Catering equipment consignments jammed up by paperwork and transport hikes

trucks in a traffic jam

Catering equipment suppliers are reporting “triple increases” in transport costs due to logjams in Brexit paperwork.  

The Foodservice Equipment Association said today that shipping some appliances will become economically unviable unless the situation eases.

One member told it that it would have cost £85 to ship a single unit, valued at £600 – making the transaction unviable.

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Typically the extra cost is £100 per load, whether for single or multiple pallets. Then there are commodity codes – the first three are free, then they cost £7.50 each.

The nature of foodservice equipment means a single load might have 25 different products – which is another £165 to pay.

Meanwhile the inevitable bottlenecks and logjams are causing businesses even more problems, with stock held up in distribution hubs and at borders.

“It’s to be hoped that as things settle down, crossing the borders will speed up,” said Keith Warren, chief executive of FEA. “However, even if it does, those extra shipping costs are a big concern. They are yet another blow to the foodservice equipment industry.”

The problems are even more acute when it comes to Northern Ireland, where the complexities of the paperwork can be mind-numbingly convoluted, time-consuming and expensive.

“We’ve heard of hauliers holding back from accepting foodservice equipment shipments, because they can’t deliver them, due to the backlogs,” says Warren.

A FEA member reported that before Brexit, they simply called up the haulier and were given a pick-up and delivery date. Now they have to fill in customs forms and supply them for pre-checking, before they get a date.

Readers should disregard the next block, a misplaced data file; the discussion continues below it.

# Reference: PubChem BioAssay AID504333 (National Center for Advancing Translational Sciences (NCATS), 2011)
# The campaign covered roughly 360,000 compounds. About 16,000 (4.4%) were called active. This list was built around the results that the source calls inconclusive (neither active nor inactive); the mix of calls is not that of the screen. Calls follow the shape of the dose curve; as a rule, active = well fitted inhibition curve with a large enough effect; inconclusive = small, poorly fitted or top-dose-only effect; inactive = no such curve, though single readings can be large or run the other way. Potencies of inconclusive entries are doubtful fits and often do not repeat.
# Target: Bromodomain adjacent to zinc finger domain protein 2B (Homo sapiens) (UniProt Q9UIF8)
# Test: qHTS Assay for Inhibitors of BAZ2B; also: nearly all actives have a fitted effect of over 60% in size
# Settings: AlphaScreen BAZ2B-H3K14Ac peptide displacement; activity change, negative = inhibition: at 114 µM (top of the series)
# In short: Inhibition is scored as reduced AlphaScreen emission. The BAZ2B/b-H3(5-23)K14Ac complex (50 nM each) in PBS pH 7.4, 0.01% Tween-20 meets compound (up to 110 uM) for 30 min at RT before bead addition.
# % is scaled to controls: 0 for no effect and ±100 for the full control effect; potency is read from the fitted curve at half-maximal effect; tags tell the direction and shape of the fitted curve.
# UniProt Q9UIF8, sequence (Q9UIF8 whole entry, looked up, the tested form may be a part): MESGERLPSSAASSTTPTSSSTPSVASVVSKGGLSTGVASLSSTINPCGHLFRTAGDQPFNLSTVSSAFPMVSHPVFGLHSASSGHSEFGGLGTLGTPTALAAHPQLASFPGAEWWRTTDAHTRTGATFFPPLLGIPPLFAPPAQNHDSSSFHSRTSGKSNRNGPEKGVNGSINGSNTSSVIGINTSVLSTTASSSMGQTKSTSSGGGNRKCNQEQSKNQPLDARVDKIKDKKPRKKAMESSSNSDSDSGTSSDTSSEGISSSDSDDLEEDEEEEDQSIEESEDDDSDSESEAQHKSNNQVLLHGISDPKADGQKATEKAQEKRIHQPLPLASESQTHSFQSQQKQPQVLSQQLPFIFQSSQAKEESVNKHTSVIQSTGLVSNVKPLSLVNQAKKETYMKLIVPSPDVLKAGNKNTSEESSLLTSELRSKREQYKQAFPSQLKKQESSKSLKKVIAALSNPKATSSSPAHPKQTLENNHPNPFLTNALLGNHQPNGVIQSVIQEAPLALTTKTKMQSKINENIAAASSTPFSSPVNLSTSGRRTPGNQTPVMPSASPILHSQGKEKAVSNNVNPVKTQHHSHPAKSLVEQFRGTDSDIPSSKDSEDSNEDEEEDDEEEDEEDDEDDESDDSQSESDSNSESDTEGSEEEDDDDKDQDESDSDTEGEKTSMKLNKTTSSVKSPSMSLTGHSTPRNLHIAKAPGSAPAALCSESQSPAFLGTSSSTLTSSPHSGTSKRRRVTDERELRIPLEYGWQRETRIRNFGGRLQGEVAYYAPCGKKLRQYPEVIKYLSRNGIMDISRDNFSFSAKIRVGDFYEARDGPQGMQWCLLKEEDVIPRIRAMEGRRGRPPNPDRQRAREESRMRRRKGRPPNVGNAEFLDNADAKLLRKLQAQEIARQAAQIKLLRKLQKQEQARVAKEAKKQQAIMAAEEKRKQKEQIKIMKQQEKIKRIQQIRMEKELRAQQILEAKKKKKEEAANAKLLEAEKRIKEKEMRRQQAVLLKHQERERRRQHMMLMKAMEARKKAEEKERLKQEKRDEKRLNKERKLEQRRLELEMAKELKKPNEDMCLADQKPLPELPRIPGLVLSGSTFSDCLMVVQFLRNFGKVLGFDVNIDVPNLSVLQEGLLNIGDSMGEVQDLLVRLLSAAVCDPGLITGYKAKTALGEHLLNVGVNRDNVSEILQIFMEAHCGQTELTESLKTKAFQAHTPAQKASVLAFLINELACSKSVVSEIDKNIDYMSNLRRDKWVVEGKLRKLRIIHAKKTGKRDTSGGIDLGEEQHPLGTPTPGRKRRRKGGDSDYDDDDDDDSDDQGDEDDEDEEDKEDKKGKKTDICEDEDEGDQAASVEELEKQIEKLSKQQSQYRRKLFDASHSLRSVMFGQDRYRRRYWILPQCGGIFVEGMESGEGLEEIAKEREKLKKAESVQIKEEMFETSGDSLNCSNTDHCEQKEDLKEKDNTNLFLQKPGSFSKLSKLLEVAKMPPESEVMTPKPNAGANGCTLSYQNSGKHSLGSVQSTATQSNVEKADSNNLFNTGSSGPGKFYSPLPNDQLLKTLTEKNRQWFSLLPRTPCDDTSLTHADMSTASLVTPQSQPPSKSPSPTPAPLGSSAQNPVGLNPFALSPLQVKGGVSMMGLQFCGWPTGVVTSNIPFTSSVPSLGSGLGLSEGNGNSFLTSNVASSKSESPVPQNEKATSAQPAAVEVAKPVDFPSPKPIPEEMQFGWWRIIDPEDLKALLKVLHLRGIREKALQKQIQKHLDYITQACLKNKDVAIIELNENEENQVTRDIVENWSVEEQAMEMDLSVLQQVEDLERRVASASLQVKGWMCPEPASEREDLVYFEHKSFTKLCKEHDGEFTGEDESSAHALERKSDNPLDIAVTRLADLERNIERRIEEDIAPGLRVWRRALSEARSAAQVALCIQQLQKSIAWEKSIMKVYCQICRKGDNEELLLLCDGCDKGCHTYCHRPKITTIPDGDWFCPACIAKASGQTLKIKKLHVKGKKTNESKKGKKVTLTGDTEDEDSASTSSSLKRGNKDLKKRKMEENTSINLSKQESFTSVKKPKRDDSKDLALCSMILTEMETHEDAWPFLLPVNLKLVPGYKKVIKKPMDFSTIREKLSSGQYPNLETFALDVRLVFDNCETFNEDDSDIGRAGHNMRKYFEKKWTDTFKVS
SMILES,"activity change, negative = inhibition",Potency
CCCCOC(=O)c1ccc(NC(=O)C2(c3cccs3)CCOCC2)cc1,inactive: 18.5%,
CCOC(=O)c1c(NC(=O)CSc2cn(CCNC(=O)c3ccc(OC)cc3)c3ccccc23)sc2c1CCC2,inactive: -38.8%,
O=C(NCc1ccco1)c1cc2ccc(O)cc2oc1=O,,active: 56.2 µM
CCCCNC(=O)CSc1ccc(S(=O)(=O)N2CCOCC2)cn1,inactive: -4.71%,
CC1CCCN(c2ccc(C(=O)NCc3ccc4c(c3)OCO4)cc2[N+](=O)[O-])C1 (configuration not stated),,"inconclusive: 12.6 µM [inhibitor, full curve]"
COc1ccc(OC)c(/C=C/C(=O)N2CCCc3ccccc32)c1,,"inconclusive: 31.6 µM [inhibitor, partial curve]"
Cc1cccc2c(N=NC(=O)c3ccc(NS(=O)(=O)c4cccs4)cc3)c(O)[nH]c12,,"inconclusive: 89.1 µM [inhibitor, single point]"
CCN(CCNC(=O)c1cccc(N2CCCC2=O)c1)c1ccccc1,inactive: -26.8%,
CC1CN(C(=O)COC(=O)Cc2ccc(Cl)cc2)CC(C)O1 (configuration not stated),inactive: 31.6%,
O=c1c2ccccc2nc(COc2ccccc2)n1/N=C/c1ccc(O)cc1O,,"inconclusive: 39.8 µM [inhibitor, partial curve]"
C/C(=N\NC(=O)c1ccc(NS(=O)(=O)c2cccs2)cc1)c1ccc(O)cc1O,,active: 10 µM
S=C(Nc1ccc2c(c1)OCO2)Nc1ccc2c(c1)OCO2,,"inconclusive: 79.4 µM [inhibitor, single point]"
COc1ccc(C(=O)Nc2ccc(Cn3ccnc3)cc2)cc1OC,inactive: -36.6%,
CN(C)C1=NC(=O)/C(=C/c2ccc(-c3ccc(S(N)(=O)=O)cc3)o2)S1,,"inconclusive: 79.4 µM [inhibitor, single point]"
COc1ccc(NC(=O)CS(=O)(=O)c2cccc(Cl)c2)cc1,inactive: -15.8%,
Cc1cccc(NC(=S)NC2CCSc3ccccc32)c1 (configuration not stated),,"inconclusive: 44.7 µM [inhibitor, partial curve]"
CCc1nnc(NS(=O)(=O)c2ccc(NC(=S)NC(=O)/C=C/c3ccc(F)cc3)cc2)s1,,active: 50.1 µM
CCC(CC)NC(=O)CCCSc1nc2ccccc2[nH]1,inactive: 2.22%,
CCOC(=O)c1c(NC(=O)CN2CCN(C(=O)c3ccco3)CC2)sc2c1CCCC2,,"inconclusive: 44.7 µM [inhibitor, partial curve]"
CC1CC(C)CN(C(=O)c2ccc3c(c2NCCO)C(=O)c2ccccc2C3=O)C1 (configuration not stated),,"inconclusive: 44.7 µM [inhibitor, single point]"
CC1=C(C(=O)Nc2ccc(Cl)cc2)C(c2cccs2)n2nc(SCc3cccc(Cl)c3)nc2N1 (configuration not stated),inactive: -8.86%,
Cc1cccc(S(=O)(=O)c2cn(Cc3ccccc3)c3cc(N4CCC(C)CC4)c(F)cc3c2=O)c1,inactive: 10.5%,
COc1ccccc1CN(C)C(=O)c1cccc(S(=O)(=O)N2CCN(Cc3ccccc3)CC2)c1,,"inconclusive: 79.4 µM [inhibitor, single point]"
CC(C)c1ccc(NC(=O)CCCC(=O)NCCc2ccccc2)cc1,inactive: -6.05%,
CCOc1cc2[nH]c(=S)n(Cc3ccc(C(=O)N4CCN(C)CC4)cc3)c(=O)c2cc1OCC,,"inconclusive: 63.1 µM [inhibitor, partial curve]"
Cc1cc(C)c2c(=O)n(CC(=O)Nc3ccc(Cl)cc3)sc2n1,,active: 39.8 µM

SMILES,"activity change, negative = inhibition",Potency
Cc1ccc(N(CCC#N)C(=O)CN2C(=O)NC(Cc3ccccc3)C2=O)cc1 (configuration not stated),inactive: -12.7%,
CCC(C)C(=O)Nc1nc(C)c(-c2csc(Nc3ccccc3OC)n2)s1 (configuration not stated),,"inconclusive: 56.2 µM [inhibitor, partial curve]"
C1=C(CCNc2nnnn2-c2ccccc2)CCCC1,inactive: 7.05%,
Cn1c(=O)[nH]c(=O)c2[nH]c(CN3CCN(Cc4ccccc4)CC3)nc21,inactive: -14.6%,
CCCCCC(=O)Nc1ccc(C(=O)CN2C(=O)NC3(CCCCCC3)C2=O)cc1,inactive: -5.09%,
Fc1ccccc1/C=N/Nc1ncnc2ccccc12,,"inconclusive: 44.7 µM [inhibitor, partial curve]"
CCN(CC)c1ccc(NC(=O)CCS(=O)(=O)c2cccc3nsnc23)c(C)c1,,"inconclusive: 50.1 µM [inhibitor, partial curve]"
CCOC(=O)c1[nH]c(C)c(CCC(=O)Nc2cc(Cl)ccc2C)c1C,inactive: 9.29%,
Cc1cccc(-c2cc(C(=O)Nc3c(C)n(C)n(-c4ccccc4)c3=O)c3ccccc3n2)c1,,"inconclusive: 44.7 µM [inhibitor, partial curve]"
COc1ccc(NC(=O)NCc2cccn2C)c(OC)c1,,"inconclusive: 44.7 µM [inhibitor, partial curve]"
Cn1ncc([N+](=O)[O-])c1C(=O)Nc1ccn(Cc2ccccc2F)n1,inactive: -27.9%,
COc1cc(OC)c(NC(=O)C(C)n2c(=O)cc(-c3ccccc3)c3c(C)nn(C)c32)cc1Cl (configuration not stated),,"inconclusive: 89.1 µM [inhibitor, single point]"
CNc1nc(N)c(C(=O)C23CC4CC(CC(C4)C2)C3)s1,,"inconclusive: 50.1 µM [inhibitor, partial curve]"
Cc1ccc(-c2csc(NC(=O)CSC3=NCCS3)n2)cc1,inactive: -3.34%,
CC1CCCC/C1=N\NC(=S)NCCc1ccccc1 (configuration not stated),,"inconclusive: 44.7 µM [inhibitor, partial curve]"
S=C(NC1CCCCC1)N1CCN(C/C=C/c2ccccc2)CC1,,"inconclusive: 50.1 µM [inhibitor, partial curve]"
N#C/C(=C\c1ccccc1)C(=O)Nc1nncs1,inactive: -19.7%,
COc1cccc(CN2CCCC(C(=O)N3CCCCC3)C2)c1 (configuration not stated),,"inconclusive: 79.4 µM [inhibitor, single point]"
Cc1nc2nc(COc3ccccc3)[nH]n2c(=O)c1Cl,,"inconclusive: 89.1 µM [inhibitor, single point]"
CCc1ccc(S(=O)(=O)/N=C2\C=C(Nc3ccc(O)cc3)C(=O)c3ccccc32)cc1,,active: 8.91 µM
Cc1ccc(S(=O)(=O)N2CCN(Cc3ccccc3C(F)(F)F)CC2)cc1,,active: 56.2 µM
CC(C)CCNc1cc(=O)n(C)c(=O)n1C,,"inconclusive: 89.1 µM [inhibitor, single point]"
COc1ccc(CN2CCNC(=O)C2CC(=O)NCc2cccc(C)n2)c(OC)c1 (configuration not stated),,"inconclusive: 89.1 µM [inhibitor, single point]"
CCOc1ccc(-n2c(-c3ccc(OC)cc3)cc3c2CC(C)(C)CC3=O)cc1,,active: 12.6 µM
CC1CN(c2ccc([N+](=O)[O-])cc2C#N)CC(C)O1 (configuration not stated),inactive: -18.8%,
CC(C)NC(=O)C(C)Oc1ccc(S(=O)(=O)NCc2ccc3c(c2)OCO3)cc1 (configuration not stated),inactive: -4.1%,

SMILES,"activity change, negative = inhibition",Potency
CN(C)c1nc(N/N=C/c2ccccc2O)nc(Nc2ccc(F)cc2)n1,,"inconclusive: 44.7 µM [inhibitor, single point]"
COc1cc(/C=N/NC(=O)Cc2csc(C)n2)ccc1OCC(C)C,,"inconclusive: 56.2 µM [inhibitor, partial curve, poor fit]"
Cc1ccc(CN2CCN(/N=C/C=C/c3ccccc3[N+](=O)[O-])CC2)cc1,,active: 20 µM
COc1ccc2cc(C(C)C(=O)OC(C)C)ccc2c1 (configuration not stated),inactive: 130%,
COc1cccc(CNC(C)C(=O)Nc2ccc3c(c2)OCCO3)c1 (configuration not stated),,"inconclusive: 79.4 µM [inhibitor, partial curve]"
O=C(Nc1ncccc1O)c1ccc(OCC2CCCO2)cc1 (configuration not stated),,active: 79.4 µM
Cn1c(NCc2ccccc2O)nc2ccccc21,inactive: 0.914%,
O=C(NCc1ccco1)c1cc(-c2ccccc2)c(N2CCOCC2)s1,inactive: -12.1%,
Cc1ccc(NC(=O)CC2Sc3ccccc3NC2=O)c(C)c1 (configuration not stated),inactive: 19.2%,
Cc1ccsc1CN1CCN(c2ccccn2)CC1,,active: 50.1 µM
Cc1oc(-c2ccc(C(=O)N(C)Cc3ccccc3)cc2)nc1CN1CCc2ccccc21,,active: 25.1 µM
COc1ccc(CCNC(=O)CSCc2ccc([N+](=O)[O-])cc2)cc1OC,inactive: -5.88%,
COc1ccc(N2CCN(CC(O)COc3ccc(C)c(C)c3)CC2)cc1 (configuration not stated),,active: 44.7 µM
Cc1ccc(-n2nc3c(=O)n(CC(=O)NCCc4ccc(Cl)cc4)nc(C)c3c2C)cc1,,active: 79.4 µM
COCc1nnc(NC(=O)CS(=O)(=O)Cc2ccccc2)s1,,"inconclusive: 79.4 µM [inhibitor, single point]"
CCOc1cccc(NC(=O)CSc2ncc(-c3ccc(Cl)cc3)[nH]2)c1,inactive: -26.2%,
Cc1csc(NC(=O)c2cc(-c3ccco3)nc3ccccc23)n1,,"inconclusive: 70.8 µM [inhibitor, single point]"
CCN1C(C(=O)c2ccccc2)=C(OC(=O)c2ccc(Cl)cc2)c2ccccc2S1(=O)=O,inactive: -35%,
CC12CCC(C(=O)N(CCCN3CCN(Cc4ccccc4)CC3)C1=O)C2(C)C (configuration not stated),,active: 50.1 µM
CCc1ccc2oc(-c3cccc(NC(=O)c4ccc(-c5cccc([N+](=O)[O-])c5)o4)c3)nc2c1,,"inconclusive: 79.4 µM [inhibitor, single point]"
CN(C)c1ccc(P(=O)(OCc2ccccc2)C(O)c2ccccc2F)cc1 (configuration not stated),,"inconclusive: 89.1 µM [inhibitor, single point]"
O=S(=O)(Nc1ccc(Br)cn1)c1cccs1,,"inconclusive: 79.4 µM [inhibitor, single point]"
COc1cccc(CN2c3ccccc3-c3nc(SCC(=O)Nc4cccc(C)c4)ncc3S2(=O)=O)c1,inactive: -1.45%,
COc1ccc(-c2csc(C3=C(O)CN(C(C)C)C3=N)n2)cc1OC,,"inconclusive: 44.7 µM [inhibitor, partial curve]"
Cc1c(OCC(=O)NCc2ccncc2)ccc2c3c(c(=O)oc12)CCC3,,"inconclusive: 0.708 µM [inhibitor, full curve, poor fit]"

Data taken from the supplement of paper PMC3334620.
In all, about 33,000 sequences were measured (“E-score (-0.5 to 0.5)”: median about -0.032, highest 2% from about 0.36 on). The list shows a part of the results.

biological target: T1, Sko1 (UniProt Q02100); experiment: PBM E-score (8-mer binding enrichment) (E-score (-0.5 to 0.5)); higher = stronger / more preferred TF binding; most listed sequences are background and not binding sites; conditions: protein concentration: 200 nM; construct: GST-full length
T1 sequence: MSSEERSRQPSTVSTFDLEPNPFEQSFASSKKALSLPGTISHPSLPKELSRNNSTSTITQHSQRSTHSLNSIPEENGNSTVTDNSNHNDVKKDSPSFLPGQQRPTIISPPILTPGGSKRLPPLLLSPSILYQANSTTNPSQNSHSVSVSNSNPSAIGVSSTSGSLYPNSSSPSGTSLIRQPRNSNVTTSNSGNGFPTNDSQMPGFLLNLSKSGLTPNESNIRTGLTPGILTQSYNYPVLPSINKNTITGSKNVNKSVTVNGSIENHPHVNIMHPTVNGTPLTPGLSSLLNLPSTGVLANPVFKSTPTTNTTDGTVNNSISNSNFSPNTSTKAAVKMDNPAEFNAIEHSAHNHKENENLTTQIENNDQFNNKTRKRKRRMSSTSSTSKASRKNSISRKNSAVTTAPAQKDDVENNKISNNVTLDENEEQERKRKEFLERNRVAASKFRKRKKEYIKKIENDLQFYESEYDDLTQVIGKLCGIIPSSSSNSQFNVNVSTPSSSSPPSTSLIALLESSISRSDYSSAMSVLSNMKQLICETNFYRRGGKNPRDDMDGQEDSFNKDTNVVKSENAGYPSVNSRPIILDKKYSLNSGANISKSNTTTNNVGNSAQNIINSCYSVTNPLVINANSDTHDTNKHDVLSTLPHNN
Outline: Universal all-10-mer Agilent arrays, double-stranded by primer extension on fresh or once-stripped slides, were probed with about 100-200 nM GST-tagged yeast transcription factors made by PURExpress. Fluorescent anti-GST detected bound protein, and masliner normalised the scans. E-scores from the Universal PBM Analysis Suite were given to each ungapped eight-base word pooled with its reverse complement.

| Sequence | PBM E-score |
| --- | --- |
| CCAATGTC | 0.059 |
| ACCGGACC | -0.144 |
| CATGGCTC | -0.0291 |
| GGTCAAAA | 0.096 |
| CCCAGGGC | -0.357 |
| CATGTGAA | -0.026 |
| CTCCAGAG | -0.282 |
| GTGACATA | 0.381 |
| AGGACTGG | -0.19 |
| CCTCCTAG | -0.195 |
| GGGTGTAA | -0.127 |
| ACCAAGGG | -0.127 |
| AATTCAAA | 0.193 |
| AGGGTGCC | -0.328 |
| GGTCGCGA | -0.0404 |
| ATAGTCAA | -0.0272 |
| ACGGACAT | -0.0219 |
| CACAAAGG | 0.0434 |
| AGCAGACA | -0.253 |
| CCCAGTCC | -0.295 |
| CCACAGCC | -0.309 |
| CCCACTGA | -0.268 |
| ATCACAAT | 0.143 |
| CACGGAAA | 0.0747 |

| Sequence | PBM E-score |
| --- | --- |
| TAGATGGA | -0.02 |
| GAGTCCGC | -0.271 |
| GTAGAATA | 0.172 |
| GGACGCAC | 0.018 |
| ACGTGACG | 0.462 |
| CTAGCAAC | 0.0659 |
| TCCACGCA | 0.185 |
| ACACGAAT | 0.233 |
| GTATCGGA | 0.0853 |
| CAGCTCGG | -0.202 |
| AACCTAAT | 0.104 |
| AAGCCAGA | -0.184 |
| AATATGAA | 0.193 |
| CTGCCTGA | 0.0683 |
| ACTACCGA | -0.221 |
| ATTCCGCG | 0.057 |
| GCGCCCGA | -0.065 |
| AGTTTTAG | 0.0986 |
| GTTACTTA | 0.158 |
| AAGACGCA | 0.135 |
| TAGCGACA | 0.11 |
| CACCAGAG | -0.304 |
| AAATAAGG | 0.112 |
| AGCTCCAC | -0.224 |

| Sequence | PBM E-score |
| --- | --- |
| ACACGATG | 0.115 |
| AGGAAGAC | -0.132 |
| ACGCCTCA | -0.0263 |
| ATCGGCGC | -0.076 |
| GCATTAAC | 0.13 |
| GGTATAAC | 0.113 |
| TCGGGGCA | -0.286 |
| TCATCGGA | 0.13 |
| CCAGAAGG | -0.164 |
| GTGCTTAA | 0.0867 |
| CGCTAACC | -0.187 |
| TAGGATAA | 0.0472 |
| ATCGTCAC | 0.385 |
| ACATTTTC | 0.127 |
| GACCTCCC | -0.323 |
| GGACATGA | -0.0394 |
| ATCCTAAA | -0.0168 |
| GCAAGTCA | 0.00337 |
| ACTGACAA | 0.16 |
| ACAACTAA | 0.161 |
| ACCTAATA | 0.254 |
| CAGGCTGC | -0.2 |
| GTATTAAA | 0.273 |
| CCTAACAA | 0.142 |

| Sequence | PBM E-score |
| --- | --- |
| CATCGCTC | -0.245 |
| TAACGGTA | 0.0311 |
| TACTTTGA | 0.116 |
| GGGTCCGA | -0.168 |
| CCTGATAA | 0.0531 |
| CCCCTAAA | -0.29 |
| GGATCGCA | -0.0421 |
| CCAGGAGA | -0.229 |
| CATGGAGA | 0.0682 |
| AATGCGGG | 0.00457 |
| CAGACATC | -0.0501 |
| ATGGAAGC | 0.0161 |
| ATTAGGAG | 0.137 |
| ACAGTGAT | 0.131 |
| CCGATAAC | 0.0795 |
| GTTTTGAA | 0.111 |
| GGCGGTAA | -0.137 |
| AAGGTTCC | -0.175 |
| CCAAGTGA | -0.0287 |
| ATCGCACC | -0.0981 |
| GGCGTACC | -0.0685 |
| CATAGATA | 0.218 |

And two of the three companies they use won’t accept orders at the moment, as there’s no room in the distribution hubs, which are full of goods destined for the UK but without clearance.

In addition, lead times from outside the EU have increased – those from China have risen from 2-4 weeks to up to 12 weeks. A shortage of stainless steel is also adding pressure to the situation.

Mr Warren said he hoped the government would step in and provide more support for manufacturers, importers, dealers and design houses than it has up to now.

“Credit ratings are being downgraded everywhere, credit insurance is becoming more difficult to get, and despite concerted lobbying by FEA and many other groups, such as UK Hospitality, the government is still not giving the supply chain the support it needs,” says Warren.  “It’s a situation that must be addressed immediately, and it’s likely to get worse before it gets better.”

Tags : Brexitsupplierstransport
Andrew Seymour

The author Andrew Seymour


  1. Hmmm “….it’s likely to get worse before it gets better” – one of Michael Fish’s favourite phrases. As was ” Earlier on today, apparently, a woman rang the BBC and said she’d heard there was a hurricane on the way. Well, if you’re watching, don’t worry, there isn’t!” Boris assured us we have a great deal but I wonder how destructive the Brexit trade ‘hurricane’ will ultimately turn out to be. We’re currently trying to get an oven into the country – it was ordered in mid-December, we don’t have a delivery date. I’m now being presented with forms direct from freight-forwarders, giving out EORI numbers and needing to set up CRA’s. We can only hope it’s a short-term mess – dealing with COVID is hard enough! The next time someone shouts ‘national referendum’ in the Government, please put them in a straitjacket……

  2. I have just had a shipment of dishwashers come in from Italy (delivered Tuesday) with no problems at all. I have also shipped a wash pump to Limerick in Eire (Wednesday) again very straighjt forward. Northern Ireland I have yet to do so fingers crossed that all the negative stories of importing and exporting are just doom mongers or Remoaners.

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